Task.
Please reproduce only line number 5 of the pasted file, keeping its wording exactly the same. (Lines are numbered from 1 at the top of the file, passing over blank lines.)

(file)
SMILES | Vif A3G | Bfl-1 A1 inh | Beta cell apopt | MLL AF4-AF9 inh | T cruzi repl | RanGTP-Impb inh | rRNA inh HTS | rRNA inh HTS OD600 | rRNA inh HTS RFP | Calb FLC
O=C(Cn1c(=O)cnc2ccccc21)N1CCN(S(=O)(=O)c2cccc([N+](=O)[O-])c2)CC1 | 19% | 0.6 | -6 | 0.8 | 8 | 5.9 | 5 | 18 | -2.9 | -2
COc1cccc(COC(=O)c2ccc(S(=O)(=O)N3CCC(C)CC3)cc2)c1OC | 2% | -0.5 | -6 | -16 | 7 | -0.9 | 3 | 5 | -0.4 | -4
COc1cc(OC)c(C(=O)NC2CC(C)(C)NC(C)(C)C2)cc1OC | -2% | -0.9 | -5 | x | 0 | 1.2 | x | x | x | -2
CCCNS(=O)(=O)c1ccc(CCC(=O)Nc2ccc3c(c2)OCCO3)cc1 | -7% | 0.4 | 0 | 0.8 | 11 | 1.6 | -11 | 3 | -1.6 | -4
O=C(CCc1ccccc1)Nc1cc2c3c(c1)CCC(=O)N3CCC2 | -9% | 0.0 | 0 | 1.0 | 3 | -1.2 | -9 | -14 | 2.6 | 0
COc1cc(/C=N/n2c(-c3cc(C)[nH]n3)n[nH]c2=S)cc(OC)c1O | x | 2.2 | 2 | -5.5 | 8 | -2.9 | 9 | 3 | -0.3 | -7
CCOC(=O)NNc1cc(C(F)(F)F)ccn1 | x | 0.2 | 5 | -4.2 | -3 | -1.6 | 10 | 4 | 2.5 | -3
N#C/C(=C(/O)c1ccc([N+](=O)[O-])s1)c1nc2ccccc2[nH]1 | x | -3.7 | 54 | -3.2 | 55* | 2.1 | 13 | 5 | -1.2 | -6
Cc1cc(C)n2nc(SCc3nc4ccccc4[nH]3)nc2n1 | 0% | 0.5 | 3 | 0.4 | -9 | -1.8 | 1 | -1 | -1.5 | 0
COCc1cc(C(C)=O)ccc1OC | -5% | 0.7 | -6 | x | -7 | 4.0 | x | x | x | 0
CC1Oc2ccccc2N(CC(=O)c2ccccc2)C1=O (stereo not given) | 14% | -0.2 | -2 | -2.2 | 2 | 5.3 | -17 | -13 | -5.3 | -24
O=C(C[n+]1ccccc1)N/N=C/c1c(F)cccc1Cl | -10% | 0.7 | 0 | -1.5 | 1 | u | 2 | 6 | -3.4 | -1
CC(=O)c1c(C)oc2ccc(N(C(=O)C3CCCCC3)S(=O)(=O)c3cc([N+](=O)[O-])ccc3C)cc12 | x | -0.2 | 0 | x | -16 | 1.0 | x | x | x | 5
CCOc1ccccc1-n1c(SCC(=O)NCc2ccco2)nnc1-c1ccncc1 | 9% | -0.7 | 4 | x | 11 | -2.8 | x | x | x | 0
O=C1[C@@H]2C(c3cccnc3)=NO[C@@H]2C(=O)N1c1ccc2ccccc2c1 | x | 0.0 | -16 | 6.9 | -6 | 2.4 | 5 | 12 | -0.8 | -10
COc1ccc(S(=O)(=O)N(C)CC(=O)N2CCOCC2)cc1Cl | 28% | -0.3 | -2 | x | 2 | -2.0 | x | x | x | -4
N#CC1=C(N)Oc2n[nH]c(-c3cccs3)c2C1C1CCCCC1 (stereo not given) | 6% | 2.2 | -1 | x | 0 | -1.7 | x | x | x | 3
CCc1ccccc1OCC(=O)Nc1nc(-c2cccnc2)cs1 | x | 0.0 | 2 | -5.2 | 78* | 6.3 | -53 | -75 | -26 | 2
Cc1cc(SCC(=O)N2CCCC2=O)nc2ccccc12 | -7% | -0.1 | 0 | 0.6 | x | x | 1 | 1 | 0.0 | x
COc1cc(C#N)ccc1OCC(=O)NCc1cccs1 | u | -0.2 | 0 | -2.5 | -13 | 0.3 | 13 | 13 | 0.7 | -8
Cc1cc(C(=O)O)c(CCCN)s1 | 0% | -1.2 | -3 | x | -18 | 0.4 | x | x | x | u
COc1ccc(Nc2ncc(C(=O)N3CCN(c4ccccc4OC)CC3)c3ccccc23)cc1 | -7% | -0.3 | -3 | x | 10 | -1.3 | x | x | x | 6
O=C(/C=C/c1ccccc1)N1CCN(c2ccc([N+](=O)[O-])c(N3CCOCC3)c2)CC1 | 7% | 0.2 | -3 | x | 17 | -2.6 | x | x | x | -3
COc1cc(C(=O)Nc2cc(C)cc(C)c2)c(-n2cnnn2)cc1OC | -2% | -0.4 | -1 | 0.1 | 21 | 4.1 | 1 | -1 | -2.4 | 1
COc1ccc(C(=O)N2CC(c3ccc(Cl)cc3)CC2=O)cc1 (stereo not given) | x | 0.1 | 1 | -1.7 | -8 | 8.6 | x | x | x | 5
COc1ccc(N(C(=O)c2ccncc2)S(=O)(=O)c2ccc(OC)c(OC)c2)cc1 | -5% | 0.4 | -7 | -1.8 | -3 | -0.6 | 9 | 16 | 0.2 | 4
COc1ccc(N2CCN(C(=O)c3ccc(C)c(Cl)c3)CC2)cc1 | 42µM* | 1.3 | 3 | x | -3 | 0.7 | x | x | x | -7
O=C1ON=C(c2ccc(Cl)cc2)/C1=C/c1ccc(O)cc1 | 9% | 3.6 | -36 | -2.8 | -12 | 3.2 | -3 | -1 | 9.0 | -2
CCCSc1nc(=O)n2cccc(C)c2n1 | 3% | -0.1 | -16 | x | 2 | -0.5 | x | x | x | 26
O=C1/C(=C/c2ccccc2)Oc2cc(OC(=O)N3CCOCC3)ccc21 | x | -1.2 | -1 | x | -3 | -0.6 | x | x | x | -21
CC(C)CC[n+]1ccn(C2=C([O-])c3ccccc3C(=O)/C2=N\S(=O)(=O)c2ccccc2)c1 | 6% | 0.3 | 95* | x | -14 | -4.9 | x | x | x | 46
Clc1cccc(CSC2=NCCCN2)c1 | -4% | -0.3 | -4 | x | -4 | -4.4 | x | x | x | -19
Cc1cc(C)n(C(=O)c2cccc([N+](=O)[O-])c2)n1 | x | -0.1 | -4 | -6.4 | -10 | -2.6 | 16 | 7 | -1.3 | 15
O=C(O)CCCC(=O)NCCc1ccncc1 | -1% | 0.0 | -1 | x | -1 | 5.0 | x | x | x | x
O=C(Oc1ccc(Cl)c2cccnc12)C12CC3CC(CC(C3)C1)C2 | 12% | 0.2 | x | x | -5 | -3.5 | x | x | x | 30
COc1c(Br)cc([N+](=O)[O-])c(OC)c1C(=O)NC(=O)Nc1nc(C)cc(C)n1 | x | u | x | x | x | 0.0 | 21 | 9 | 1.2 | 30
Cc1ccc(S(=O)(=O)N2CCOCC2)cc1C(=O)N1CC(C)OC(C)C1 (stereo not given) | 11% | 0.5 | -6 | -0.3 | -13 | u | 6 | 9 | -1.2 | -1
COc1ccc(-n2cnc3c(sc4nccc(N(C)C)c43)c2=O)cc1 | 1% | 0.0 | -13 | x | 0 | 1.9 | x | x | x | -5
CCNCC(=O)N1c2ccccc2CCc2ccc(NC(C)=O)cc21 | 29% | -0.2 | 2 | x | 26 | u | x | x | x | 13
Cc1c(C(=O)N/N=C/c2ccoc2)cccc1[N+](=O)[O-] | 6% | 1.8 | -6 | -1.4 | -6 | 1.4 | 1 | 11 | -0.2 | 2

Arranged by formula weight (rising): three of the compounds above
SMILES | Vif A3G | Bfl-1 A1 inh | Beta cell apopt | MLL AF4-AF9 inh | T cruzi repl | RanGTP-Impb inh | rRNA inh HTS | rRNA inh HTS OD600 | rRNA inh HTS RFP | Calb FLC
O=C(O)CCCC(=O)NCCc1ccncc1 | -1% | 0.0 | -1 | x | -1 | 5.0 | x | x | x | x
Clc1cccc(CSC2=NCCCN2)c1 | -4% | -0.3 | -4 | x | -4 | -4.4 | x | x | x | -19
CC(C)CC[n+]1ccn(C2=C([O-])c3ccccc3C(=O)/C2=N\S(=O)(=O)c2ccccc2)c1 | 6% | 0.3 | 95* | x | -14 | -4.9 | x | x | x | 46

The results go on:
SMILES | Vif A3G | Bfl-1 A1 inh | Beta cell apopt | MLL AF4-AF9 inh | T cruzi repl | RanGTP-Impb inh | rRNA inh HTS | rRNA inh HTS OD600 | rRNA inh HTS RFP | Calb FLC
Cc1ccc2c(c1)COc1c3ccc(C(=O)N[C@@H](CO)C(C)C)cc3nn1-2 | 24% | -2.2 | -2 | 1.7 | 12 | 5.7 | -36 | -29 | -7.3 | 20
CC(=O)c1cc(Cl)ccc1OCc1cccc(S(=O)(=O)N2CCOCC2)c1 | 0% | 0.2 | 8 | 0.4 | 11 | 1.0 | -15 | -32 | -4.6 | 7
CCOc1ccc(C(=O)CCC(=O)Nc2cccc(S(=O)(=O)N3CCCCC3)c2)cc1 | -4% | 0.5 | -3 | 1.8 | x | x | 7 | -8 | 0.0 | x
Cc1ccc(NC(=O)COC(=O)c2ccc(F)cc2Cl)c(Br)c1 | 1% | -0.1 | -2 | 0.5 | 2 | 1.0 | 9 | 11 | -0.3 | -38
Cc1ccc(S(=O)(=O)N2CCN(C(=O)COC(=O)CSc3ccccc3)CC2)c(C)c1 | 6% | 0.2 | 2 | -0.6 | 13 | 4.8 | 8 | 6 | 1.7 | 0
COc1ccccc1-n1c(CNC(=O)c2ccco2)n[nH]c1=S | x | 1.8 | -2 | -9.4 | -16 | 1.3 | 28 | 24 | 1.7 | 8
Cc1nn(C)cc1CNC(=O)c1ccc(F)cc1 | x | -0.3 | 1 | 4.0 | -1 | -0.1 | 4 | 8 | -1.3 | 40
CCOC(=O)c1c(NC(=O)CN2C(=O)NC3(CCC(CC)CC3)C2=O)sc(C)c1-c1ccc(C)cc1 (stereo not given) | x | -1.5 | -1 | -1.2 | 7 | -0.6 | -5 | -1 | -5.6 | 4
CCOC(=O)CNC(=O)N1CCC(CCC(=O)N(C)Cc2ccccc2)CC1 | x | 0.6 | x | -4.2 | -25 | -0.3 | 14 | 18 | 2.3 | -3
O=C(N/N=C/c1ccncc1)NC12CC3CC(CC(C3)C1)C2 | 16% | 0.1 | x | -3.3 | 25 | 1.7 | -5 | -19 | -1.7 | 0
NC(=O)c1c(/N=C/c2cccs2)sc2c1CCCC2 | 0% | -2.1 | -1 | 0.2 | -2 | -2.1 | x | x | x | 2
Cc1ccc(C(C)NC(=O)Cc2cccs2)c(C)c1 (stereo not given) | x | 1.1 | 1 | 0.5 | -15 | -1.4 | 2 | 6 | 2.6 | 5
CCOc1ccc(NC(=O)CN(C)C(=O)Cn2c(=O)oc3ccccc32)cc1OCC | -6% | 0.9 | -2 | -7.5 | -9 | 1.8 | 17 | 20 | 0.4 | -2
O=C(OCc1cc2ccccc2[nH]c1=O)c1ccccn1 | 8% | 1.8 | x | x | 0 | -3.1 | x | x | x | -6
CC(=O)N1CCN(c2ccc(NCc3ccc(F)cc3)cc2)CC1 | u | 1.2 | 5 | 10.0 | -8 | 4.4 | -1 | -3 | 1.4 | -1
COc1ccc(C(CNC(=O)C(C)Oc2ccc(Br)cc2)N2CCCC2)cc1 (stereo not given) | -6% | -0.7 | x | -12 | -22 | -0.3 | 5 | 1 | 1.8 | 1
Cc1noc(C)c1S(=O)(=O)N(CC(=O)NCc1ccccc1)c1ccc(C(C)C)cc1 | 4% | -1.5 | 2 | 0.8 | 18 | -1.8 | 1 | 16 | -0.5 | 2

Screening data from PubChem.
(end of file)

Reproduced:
CCCNS(=O)(=O)c1ccc(CCC(=O)Nc2ccc3c(c2)OCCO3)cc1 | -7% | 0.4 | 0 | 0.8 | 11 | 1.6 | -11 | 3 | -1.6 | -4